The Stretch Cohesion Jacket (available in mens and womens cuts) will be new to the Alpine Outerwear Collection in Spring 2011. The jacket combines the full features of a typical 3-layer winter jacket with a typical spring/summer weight fabric, and is designed specifically for fast and light alpine use.

Features include all-over stretch for comfort and freedom of movement, an attached roll-away ergo hood which fits over a helmet, single-handed drawcord for quick adjustments, pit zips for ventilation and a Micro-Chamois lined chin guard. The fabric is Mountain Hardwear's own Ark 30D Stretch and Conduit DT. The Stretch Cohesion weighs 337g (womens) and 370g (mens).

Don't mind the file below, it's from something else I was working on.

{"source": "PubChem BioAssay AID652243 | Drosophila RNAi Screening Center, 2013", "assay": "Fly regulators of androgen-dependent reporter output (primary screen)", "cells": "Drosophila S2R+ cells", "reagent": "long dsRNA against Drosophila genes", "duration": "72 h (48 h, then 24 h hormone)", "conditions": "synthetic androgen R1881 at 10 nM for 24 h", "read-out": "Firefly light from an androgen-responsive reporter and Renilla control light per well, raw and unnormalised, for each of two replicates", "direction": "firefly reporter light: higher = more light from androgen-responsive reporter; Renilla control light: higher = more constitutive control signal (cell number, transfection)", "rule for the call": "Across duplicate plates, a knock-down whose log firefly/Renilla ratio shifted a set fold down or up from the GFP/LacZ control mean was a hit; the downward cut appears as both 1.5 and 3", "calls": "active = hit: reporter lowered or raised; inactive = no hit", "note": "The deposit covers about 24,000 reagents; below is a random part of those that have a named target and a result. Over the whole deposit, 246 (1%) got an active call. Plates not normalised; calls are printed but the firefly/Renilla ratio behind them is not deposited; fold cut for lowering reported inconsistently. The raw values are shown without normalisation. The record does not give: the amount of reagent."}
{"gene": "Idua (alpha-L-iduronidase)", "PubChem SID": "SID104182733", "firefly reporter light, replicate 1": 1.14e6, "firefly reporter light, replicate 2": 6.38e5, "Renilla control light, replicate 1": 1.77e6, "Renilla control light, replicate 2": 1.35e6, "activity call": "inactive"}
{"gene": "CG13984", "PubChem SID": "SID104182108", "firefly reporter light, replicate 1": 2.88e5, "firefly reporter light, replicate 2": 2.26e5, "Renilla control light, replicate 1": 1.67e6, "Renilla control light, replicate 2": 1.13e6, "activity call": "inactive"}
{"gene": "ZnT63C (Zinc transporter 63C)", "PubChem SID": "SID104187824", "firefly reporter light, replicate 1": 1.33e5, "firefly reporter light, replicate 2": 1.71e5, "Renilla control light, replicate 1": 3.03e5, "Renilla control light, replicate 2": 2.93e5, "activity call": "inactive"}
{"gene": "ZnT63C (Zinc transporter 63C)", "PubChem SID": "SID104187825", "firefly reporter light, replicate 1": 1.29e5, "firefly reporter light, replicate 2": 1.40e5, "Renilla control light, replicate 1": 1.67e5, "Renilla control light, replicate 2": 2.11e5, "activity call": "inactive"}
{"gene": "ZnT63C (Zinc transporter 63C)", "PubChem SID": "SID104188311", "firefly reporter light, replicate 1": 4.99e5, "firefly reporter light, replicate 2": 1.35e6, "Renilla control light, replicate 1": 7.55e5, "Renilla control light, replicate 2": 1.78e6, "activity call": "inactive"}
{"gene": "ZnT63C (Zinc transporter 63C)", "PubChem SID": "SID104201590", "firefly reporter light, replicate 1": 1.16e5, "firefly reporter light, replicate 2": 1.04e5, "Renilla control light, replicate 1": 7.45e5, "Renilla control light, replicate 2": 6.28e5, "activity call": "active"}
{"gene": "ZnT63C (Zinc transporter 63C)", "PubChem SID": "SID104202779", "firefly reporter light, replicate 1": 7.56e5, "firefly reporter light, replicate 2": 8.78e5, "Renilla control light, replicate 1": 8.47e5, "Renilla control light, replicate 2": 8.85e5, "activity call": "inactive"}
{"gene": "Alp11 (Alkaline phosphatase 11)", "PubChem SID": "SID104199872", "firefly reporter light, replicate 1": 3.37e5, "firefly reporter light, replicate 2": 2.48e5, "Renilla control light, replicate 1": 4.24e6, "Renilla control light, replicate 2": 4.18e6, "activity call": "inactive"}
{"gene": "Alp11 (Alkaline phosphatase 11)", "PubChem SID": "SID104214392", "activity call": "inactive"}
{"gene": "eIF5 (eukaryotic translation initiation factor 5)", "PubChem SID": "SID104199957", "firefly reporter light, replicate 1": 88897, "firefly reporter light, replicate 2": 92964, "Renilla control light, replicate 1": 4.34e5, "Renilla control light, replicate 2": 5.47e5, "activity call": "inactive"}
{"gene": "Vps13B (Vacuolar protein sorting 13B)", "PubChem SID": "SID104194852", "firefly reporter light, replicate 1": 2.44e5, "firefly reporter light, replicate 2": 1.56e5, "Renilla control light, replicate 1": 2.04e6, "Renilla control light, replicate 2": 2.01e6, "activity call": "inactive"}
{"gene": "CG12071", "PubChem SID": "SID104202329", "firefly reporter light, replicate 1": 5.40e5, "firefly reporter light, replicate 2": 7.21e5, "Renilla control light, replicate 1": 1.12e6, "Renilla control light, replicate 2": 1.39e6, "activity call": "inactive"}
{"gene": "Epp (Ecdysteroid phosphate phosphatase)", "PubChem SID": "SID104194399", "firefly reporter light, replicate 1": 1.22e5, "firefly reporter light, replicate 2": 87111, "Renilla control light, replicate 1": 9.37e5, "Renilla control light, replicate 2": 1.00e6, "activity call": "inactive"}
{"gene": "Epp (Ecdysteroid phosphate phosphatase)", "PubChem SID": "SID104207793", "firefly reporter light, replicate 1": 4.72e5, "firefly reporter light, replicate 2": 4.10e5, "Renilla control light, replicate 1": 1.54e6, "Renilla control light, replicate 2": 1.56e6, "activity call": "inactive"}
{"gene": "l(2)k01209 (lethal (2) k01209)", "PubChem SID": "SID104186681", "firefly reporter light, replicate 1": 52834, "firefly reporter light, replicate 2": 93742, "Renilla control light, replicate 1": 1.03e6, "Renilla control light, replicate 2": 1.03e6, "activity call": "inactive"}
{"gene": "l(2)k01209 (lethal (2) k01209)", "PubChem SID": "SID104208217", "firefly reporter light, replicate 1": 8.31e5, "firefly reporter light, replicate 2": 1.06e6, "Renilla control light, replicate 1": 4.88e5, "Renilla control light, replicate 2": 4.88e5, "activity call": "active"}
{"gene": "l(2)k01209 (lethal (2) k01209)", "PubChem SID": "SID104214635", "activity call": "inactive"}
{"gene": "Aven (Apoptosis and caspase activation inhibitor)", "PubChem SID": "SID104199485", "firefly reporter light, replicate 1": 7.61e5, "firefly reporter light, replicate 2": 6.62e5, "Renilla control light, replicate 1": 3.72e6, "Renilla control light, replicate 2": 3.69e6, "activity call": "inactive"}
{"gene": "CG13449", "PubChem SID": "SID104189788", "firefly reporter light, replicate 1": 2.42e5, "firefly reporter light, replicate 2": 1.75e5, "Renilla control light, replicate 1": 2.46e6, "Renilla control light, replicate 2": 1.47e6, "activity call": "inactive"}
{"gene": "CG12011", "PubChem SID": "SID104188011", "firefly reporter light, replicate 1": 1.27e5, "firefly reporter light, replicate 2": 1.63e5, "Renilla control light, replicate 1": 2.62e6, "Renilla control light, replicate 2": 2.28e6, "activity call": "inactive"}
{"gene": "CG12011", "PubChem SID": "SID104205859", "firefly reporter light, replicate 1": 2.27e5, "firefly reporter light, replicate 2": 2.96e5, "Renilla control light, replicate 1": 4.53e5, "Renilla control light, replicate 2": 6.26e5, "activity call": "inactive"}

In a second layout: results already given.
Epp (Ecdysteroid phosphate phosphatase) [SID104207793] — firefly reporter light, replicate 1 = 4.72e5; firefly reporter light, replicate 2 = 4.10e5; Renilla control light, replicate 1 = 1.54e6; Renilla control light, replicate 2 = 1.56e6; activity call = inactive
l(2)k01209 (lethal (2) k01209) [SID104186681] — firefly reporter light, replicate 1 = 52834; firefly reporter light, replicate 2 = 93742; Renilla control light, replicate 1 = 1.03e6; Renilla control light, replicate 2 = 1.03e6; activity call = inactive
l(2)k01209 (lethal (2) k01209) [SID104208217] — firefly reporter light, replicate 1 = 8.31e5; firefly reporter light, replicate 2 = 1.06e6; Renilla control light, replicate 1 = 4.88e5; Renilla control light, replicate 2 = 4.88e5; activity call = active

Available Spring 2011

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12 Aug, 2010
Not sure if I would pay much attention to "american outdoor journalists testing 66North jackets" when they stand proudly on their own rope while wearing crampons... b

Product News at UKC presents climbing, walking and mountaineering equipment posts that will be of interest to our readers. Please feel free to comment about the post and products on the associated thread.